I’ll Be Mother

Slide26

Day 26, Play 26 – I’ll Be Mother

IN THE BLACK, an air-raid siren. LIGHTS FADE UP
on Margaret, 14, and Helena, 8, two waifs who’ve
returned to their neighborhood in London during
the Blitz.

MARGARET:
Oh, for Pete’s sake, Helena, come on.

HELENA:
My shoe’s untied!

MARGARET:
Haven’t I taught you how to do up your laces, young lady? Haven’t I?

HELENA:
I forget. Just tie them for me this time, Margaret. Please?

MARGARET:
We can’t stop every hour on the hour for this, Helena.

HELENA:
My feet hurt.

MARGARET:
Be a big girl, Helena!

HELENA:
I am a big girl. My feet hurt.

MARGARET:
I’ll give you a toffee if you stop complaining.

HELENA:
Can I have an Eccles cake?

MARGARET:
We’ve got two left. If you stop complaining, and don’t stop walking for    the next hour. And learn to tie your shoes. We’ll have our tea and the Eccles cakes.

HELENA:
You have tea?

MARAGRET:
I took a tin of it.

HELENA:
I’m telling Mumie. I want an Eccles cake now.

MARGARET:
Well, you can’t have one. How about a Pontefract?

HELENA:
Ew! No, they turn your teeth black.

MARGARET:
Do you still have your toothbrush?

HELENA:
What toothbrush?

MARAGRET:
The one they gave you at the home.

HELENA:
I think I lost it.

MARGARET:
You can use mine.

HELENA:
EW!

MARAGRET:
Or do without

HELENA:
I’m tired of doing without.

MARGARET:
Well, we’ve got a bit more of it, before we see Mummie again.

HELENA:
She sent us away

MARGARET:
She didn’t want to.

HELENA:
She sent us to a bad place.

MARGARET:
She sent us to Scotland.

HELENA:
Because we were bad.

MARGARET:
We weren’t bad, Helena. Other people were bad. They sent the fireworks, remember, and Mummie was afraid— Mummie didn’t want the fireworks to frighten us. So she sent us away.

HELENA:
How come we had to live with the bad children?

MARGARET:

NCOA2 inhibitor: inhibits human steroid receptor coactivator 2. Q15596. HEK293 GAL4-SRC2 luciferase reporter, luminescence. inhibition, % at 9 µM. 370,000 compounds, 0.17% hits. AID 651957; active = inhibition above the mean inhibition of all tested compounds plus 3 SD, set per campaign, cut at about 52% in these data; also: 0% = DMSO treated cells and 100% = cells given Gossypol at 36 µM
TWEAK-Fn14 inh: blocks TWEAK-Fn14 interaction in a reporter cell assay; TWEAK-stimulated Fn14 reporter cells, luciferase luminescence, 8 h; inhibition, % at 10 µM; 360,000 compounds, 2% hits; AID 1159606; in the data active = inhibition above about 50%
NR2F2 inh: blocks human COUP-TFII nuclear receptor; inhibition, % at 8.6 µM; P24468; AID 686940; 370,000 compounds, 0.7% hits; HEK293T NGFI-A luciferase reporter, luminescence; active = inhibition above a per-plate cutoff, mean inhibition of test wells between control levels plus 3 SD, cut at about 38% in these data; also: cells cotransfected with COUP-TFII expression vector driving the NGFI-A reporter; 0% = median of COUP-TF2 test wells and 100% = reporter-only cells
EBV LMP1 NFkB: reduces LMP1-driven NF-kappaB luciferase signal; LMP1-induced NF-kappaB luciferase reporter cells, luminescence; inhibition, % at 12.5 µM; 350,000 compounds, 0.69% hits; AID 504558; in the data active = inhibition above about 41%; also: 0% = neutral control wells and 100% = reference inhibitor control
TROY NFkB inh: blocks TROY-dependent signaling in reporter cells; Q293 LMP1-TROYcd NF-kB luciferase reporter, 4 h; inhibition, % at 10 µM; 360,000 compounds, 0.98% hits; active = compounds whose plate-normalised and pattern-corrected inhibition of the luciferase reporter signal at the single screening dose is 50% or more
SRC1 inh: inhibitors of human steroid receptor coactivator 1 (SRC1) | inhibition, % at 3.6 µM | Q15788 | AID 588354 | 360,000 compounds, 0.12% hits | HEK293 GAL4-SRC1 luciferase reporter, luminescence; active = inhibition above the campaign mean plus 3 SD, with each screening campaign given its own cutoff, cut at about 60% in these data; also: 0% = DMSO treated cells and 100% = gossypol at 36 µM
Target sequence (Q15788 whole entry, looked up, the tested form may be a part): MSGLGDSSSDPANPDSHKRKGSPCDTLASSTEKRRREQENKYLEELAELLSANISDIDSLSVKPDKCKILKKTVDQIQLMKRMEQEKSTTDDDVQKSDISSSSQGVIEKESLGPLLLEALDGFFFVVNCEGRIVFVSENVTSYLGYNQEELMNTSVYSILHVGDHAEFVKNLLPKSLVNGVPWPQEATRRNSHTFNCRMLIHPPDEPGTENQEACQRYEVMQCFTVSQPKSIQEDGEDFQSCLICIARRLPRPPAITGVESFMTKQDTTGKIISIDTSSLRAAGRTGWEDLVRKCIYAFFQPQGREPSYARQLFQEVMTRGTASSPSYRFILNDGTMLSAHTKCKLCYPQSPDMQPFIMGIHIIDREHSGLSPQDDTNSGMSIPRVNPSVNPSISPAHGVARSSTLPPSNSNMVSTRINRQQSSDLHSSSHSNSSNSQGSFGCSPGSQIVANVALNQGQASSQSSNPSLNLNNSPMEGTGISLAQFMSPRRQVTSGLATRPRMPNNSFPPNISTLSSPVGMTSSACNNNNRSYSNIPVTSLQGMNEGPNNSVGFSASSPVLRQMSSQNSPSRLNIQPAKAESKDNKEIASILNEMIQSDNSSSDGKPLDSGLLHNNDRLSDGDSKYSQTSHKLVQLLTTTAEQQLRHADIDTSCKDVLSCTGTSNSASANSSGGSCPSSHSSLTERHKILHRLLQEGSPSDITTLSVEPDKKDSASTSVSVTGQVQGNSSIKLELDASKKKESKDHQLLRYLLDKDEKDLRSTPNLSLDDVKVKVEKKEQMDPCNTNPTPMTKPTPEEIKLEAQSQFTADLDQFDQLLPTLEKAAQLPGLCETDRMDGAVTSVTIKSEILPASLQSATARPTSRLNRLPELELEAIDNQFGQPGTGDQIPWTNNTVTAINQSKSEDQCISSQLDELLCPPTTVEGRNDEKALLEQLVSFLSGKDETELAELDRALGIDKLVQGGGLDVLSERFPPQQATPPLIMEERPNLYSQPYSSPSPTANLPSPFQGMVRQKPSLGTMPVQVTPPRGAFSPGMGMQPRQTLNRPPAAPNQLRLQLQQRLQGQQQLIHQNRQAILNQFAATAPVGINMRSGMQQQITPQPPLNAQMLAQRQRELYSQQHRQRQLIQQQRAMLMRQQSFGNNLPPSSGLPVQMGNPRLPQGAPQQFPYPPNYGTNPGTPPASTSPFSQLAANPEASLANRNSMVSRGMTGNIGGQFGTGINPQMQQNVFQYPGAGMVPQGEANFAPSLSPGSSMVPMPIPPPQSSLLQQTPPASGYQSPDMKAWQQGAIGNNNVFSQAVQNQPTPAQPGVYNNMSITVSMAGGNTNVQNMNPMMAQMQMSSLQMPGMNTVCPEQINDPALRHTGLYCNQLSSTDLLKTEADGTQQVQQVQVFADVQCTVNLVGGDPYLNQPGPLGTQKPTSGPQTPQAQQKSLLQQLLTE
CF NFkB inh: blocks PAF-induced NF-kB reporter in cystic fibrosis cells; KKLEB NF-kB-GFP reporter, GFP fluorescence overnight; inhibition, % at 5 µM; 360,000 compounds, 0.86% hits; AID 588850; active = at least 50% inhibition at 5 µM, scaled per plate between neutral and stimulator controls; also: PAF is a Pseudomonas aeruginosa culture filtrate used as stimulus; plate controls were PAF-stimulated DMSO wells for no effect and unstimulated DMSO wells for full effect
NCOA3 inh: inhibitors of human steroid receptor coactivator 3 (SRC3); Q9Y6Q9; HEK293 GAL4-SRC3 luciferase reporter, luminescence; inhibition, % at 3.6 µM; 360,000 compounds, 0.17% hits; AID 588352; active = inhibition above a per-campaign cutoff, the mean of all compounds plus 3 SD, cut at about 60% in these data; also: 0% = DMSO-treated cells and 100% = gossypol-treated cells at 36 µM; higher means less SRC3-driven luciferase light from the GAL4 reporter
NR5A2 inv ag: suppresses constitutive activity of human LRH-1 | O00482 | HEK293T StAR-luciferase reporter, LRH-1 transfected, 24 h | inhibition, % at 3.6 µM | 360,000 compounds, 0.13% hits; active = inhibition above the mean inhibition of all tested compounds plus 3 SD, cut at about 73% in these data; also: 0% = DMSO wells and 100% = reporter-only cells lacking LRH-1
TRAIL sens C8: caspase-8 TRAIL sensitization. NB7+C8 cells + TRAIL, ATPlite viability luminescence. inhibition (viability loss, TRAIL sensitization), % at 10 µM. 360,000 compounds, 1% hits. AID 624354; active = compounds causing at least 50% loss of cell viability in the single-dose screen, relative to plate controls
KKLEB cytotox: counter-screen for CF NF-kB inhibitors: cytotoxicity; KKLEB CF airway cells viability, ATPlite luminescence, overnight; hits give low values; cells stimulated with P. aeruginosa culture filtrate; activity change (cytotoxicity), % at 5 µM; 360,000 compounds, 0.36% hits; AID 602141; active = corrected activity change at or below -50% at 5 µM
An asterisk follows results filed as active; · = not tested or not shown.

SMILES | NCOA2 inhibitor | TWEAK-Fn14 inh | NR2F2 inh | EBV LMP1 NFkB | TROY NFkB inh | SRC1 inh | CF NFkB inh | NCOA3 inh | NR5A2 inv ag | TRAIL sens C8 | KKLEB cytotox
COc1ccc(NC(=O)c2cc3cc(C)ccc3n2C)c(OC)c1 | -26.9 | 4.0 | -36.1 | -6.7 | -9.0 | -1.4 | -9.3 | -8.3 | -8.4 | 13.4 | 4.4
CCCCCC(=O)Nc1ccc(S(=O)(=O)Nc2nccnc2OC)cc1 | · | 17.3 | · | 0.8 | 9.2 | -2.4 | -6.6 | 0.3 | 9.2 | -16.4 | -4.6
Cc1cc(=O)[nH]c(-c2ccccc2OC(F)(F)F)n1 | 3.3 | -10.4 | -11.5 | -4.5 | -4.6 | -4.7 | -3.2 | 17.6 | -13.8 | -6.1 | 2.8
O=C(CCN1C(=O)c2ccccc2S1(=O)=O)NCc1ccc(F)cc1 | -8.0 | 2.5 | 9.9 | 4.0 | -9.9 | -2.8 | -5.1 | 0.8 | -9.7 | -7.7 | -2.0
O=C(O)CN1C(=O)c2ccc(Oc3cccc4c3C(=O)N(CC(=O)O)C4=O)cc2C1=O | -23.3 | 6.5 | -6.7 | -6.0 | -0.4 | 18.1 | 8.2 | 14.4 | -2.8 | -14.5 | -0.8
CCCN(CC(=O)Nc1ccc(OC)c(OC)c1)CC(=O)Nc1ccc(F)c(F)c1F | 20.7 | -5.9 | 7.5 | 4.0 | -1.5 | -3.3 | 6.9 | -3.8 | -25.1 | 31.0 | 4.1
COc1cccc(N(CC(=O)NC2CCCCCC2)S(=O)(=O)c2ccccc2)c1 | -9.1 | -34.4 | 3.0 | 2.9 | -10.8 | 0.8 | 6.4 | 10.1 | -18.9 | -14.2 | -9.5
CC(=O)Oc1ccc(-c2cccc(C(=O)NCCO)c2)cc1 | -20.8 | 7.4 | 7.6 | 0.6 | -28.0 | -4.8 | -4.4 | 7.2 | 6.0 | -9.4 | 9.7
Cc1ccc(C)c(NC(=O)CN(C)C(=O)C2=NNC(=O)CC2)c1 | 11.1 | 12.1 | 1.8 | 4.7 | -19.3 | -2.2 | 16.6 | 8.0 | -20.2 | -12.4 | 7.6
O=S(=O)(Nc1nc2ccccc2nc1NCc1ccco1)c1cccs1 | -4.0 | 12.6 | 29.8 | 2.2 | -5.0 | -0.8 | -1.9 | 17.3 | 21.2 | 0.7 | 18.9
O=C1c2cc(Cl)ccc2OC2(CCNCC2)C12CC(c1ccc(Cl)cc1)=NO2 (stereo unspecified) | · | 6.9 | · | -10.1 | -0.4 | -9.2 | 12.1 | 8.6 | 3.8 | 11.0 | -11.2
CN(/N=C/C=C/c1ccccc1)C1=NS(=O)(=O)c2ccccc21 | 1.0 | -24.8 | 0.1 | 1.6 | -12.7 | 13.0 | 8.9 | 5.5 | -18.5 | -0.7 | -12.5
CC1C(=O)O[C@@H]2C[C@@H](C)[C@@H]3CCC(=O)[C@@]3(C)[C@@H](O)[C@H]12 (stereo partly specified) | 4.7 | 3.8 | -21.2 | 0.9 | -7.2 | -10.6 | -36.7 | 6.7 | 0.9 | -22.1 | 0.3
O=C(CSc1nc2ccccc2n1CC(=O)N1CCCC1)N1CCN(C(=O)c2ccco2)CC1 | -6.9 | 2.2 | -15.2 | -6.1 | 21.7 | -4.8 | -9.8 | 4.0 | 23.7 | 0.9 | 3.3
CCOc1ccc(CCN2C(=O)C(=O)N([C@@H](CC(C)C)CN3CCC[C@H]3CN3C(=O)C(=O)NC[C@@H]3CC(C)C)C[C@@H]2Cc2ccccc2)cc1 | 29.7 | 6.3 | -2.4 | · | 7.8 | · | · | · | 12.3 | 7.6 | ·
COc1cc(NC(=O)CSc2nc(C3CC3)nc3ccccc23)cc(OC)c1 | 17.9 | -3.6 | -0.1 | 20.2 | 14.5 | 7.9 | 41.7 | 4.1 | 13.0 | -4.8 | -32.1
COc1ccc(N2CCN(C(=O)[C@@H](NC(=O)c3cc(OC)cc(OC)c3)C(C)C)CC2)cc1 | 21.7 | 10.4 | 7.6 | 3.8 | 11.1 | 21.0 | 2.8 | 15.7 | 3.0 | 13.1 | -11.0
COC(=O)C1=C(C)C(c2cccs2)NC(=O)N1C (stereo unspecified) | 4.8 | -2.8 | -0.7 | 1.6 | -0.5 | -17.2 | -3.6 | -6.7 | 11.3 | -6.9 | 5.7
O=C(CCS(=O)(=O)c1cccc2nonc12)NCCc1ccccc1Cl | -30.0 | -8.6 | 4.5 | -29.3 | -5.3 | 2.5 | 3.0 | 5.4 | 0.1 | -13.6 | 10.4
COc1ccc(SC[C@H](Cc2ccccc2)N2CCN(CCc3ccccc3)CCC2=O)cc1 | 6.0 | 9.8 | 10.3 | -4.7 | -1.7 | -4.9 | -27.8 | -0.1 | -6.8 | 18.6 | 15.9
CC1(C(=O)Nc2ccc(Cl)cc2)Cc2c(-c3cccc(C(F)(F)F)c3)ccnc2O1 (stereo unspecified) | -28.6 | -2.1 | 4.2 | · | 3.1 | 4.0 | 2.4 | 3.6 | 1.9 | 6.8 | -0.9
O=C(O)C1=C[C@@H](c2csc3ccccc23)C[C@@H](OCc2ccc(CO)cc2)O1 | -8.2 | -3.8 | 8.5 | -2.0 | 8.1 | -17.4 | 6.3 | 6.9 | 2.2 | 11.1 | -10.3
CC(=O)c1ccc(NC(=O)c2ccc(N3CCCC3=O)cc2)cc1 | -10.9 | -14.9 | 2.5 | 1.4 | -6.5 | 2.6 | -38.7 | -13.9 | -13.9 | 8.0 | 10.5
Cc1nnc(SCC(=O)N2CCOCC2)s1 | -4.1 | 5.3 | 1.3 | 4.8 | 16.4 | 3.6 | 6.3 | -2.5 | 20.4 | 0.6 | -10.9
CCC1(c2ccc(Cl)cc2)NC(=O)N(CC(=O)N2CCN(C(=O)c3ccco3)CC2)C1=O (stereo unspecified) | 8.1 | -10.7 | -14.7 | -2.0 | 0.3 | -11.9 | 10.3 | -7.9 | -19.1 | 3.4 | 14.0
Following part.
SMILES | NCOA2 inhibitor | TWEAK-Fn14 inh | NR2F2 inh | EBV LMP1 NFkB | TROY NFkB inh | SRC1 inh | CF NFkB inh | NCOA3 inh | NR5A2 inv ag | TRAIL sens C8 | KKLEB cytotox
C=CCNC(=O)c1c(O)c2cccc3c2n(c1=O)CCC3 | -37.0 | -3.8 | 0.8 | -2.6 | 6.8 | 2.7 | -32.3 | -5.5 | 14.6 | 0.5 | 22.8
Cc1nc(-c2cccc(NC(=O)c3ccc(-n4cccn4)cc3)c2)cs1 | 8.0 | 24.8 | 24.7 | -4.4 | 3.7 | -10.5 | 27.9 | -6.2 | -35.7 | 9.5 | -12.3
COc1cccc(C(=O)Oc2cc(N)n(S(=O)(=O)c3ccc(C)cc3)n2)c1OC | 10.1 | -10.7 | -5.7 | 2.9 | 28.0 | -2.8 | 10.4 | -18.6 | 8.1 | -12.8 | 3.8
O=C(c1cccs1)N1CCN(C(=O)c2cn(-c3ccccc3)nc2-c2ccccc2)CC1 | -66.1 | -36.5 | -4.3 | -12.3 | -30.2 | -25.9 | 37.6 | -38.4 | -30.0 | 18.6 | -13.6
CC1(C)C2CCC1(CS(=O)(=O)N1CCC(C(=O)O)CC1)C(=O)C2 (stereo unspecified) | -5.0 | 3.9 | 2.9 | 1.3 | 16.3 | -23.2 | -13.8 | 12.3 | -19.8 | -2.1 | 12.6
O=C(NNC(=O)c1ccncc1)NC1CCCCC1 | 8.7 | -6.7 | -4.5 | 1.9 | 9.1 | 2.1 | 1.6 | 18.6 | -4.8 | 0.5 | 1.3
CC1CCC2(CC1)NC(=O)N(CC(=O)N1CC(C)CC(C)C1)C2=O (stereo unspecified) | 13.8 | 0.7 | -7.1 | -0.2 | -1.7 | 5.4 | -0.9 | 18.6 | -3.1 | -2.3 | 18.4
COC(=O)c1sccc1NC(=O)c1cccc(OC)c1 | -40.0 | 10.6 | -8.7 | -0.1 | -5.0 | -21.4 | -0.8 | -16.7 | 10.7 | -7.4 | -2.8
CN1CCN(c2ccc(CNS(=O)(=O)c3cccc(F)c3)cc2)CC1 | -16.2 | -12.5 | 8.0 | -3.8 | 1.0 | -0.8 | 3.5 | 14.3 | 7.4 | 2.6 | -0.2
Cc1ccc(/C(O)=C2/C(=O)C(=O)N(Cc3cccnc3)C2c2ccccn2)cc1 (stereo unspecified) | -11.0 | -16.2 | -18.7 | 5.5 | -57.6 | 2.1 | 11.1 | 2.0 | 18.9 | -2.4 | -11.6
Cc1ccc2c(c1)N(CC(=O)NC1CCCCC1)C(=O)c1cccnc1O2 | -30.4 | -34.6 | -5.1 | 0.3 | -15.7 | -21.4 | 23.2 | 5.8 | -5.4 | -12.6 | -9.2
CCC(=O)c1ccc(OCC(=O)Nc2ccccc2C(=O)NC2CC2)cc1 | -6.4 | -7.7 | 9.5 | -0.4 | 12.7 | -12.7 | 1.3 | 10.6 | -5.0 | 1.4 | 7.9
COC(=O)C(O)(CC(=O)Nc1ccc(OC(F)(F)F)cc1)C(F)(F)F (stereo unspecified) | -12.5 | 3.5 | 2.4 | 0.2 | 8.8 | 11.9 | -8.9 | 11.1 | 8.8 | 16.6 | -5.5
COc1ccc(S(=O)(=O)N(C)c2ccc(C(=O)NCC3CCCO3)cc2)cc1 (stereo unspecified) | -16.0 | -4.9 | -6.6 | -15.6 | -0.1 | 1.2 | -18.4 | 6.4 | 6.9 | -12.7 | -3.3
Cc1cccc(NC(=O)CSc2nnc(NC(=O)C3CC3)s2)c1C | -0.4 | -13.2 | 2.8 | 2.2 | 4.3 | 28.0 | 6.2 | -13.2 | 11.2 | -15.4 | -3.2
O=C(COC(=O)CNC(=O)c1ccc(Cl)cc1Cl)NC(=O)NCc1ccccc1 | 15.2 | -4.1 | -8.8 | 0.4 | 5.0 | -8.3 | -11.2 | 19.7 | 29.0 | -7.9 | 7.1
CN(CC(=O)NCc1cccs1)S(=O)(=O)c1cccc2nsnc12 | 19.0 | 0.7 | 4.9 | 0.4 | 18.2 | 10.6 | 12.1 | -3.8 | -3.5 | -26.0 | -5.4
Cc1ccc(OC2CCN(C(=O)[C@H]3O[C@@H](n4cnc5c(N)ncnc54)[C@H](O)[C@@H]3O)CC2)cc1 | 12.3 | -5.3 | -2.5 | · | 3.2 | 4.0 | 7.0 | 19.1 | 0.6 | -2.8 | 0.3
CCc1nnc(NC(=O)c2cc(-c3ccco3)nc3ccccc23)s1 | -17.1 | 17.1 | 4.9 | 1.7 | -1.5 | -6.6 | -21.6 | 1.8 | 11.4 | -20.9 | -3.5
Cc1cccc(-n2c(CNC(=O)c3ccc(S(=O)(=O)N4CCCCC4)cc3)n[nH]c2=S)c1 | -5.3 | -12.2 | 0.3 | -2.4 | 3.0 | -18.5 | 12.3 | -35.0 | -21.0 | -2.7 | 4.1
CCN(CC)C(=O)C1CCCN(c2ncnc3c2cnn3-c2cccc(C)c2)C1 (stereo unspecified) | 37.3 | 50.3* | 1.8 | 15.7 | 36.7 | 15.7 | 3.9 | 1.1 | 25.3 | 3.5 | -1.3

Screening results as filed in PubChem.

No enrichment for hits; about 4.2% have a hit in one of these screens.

That was a mistake. We weren’t supposed to go to the orphanage, we were supposed to go straight to a nice foster home.

HELENA:
I didn’t like the Froster home.

MARGARET:
No.

HELENA:
It was cold all the time, but they said they didn’t have any money for cold.

MARGARET:
Money for coal. No, a chilly reception that was. They must have thought they’d get posh children with extra pocket money to spend on coal.

HELENA:
Mister Froster was nice. He gave us candy.

MARGARET:
Mister Froster wasn’t really very nice at all.

HELENA:
Mrs. Froster got mad ‘cause he liked you.

MARGARET:
Yes.

HELENA:
And those other girls. They were mean.

MARGARET:
They were in a bad spot. I don’t blame them. Anyway, we got clear of that.

HELENA:
Mister Froster yelled.

MARGARET:
I’m sure it hurt him, but he’ll not be maimed by it. Thought about it, but no.

HELENA:
And I ran all the way to the train station. And you didn’t think I could do it.

MARGARET:
Good for you, Helena. Now we’ve only got a little way more before we get our flat.

HELENA:
Where is it?

MARGARET:
It’s down from the factory. But where’s the—

HELENA:
No Fractury.

MARGARET:
No, we must’ve got turned around. There’s Tyburne Street. That can’t be the—

HELENA:
It is. There’s Mummie’s gate!

MARGARET:
Then this must have been Tyburne.

MARGARET falls apart. She’s been sustaining a terrific run, getting free of foster home, training south from Scotland, navigating the city of London. She collapses.

HELENA:
Margaret! It’ll be okay. We’ll find Mummie. She went to the Tube, didn’t she? We’ll just have a cuppa and then go down to the Tube and find her.

You got them Eccles cakes? Cup of tea, we’ll feel better.

(beat)

C’mon, then. I’ll be mother.

LIGHTS FADE TO BLACK. END OF PLAY.

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